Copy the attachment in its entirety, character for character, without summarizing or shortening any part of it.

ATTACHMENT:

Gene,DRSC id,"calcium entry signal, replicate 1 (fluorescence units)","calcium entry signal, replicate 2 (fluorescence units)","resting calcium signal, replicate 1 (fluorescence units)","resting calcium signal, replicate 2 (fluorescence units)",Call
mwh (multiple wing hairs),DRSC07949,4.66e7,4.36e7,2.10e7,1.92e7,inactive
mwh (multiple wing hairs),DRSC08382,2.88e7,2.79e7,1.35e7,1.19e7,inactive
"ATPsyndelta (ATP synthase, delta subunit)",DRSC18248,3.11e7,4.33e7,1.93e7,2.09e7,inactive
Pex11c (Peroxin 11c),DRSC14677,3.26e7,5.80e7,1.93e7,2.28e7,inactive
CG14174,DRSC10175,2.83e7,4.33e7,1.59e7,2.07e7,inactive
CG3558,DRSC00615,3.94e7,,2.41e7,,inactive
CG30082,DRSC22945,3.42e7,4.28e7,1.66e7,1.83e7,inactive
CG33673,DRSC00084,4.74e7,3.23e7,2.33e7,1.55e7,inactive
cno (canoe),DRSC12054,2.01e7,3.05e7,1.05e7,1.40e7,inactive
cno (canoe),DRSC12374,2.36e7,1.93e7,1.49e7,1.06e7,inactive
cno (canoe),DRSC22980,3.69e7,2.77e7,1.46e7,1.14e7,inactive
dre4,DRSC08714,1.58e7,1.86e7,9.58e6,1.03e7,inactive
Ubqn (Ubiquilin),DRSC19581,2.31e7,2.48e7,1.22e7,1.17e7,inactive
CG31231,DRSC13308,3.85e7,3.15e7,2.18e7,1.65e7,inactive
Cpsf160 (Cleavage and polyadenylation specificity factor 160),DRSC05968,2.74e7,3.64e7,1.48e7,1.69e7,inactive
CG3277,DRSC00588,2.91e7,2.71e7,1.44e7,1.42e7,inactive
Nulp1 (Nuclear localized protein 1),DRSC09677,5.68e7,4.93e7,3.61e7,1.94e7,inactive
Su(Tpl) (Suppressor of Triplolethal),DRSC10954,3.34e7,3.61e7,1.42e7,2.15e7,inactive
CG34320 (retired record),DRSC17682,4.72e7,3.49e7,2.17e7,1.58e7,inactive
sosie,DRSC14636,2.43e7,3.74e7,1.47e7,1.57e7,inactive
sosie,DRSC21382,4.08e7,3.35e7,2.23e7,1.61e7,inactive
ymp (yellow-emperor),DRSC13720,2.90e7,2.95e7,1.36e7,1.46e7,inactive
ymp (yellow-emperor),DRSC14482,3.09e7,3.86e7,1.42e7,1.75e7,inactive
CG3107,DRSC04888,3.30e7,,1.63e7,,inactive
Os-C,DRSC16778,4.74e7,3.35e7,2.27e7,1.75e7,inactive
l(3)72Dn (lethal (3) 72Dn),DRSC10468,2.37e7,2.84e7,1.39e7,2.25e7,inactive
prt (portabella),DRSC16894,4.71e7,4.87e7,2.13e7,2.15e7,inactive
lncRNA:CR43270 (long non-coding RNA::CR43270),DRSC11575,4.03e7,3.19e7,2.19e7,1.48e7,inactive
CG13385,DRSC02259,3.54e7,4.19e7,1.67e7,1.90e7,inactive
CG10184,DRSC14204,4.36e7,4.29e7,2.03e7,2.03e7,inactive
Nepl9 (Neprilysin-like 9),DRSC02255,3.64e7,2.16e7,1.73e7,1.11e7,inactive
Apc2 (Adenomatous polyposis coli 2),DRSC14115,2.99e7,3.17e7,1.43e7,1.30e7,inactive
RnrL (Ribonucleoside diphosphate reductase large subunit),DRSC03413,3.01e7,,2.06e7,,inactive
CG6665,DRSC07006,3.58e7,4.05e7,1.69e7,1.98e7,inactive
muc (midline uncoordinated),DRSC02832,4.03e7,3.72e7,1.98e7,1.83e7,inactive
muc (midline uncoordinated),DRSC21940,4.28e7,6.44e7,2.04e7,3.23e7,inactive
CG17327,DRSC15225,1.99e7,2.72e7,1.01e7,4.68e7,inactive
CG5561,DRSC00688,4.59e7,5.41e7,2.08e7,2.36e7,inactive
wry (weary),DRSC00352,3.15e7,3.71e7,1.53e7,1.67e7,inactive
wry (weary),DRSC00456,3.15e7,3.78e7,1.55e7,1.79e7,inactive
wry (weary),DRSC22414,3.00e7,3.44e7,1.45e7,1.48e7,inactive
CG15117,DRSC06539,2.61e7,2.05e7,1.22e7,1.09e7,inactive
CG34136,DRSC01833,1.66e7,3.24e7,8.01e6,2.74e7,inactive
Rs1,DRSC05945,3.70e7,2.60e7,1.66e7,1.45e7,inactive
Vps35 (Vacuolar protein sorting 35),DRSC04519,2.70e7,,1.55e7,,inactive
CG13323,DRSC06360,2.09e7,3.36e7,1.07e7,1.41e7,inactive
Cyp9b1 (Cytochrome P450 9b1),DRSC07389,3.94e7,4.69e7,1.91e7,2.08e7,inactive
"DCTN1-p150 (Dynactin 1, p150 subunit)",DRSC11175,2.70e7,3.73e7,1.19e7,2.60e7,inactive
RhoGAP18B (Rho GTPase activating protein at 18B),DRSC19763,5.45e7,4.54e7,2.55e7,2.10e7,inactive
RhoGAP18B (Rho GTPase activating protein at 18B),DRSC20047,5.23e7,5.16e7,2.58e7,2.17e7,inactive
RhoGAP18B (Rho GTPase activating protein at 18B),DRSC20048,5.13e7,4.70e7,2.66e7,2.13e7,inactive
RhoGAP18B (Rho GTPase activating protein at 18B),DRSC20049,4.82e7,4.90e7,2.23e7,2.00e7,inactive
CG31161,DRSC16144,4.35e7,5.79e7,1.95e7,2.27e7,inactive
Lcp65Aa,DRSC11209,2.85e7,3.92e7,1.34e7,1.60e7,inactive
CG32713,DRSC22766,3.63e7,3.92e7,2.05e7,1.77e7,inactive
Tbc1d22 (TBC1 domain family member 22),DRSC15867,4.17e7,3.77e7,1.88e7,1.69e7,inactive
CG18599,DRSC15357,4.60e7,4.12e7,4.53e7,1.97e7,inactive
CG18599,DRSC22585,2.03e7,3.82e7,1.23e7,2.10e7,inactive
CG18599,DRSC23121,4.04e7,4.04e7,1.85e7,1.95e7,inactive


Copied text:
Gene,DRSC id,"calcium entry signal, replicate 1 (fluorescence units)","calcium entry signal, replicate 2 (fluorescence units)","resting calcium signal, replicate 1 (fluorescence units)","resting calcium signal, replicate 2 (fluorescence units)",Call
mwh (multiple wing hairs),DRSC07949,4.66e7,4.36e7,2.10e7,1.92e7,inactive
mwh (multiple wing hairs),DRSC08382,2.88e7,2.79e7,1.35e7,1.19e7,inactive
"ATPsyndelta (ATP synthase, delta subunit)",DRSC18248,3.11e7,4.33e7,1.93e7,2.09e7,inactive
Pex11c (Peroxin 11c),DRSC14677,3.26e7,5.80e7,1.93e7,2.28e7,inactive
CG14174,DRSC10175,2.83e7,4.33e7,1.59e7,2.07e7,inactive
CG3558,DRSC00615,3.94e7,,2.41e7,,inactive
CG30082,DRSC22945,3.42e7,4.28e7,1.66e7,1.83e7,inactive
CG33673,DRSC00084,4.74e7,3.23e7,2.33e7,1.55e7,inactive
cno (canoe),DRSC12054,2.01e7,3.05e7,1.05e7,1.40e7,inactive
cno (canoe),DRSC12374,2.36e7,1.93e7,1.49e7,1.06e7,inactive
cno (canoe),DRSC22980,3.69e7,2.77e7,1.46e7,1.14e7,inactive
dre4,DRSC08714,1.58e7,1.86e7,9.58e6,1.03e7,inactive
Ubqn (Ubiquilin),DRSC19581,2.31e7,2.48e7,1.22e7,1.17e7,inactive
CG31231,DRSC13308,3.85e7,3.15e7,2.18e7,1.65e7,inactive
Cpsf160 (Cleavage and polyadenylation specificity factor 160),DRSC05968,2.74e7,3.64e7,1.48e7,1.69e7,inactive
CG3277,DRSC00588,2.91e7,2.71e7,1.44e7,1.42e7,inactive
Nulp1 (Nuclear localized protein 1),DRSC09677,5.68e7,4.93e7,3.61e7,1.94e7,inactive
Su(Tpl) (Suppressor of Triplolethal),DRSC10954,3.34e7,3.61e7,1.42e7,2.15e7,inactive
CG34320 (retired record),DRSC17682,4.72e7,3.49e7,2.17e7,1.58e7,inactive
sosie,DRSC14636,2.43e7,3.74e7,1.47e7,1.57e7,inactive
sosie,DRSC21382,4.08e7,3.35e7,2.23e7,1.61e7,inactive
ymp (yellow-emperor),DRSC13720,2.90e7,2.95e7,1.36e7,1.46e7,inactive
ymp (yellow-emperor),DRSC14482,3.09e7,3.86e7,1.42e7,1.75e7,inactive
CG3107,DRSC04888,3.30e7,,1.63e7,,inactive
Os-C,DRSC16778,4.74e7,3.35e7,2.27e7,1.75e7,inactive
l(3)72Dn (lethal (3) 72Dn),DRSC10468,2.37e7,2.84e7,1.39e7,2.25e7,inactive
prt (portabella),DRSC16894,4.71e7,4.87e7,2.13e7,2.15e7,inactive
lncRNA:CR43270 (long non-coding RNA::CR43270),DRSC11575,4.03e7,3.19e7,2.19e7,1.48e7,inactive
CG13385,DRSC02259,3.54e7,4.19e7,1.67e7,1.90e7,inactive
CG10184,DRSC14204,4.36e7,4.29e7,2.03e7,2.03e7,inactive
Nepl9 (Neprilysin-like 9),DRSC02255,3.64e7,2.16e7,1.73e7,1.11e7,inactive
Apc2 (Adenomatous polyposis coli 2),DRSC14115,2.99e7,3.17e7,1.43e7,1.30e7,inactive
RnrL (Ribonucleoside diphosphate reductase large subunit),DRSC03413,3.01e7,,2.06e7,,inactive
CG6665,DRSC07006,3.58e7,4.05e7,1.69e7,1.98e7,inactive
muc (midline uncoordinated),DRSC02832,4.03e7,3.72e7,1.98e7,1.83e7,inactive
muc (midline uncoordinated),DRSC21940,4.28e7,6.44e7,2.04e7,3.23e7,inactive
CG17327,DRSC15225,1.99e7,2.72e7,1.01e7,4.68e7,inactive
CG5561,DRSC00688,4.59e7,5.41e7,2.08e7,2.36e7,inactive
wry (weary),DRSC00352,3.15e7,3.71e7,1.53e7,1.67e7,inactive
wry (weary),DRSC00456,3.15e7,3.78e7,1.55e7,1.79e7,inactive
wry (weary),DRSC22414,3.00e7,3.44e7,1.45e7,1.48e7,inactive
CG15117,DRSC06539,2.61e7,2.05e7,1.22e7,1.09e7,inactive
CG34136,DRSC01833,1.66e7,3.24e7,8.01e6,2.74e7,inactive
Rs1,DRSC05945,3.70e7,2.60e7,1.66e7,1.45e7,inactive
Vps35 (Vacuolar protein sorting 35),DRSC04519,2.70e7,,1.55e7,,inactive
CG13323,DRSC06360,2.09e7,3.36e7,1.07e7,1.41e7,inactive
Cyp9b1 (Cytochrome P450 9b1),DRSC07389,3.94e7,4.69e7,1.91e7,2.08e7,inactive
"DCTN1-p150 (Dynactin 1, p150 subunit)",DRSC11175,2.70e7,3.73e7,1.19e7,2.60e7,inactive
RhoGAP18B (Rho GTPase activating protein at 18B),DRSC19763,5.45e7,4.54e7,2.55e7,2.10e7,inactive
RhoGAP18B (Rho GTPase activating protein at 18B),DRSC20047,5.23e7,5.16e7,2.58e7,2.17e7,inactive
RhoGAP18B (Rho GTPase activating protein at 18B),DRSC20048,5.13e7,4.70e7,2.66e7,2.13e7,inactive
RhoGAP18B (Rho GTPase activating protein at 18B),DRSC20049,4.82e7,4.90e7,2.23e7,2.00e7,inactive
CG31161,DRSC16144,4.35e7,5.79e7,1.95e7,2.27e7,inactive
Lcp65Aa,DRSC11209,2.85e7,3.92e7,1.34e7,1.60e7,inactive
CG32713,DRSC22766,3.63e7,3.92e7,2.05e7,1.77e7,inactive
Tbc1d22 (TBC1 domain family member 22),DRSC15867,4.17e7,3.77e7,1.88e7,1.69e7,inactive
CG18599,DRSC15357,4.60e7,4.12e7,4.53e7,1.97e7,inactive
CG18599,DRSC22585,2.03e7,3.82e7,1.23e7,2.10e7,inactive
CG18599,DRSC23121,4.04e7,4.04e7,1.85e7,1.95e7,inactive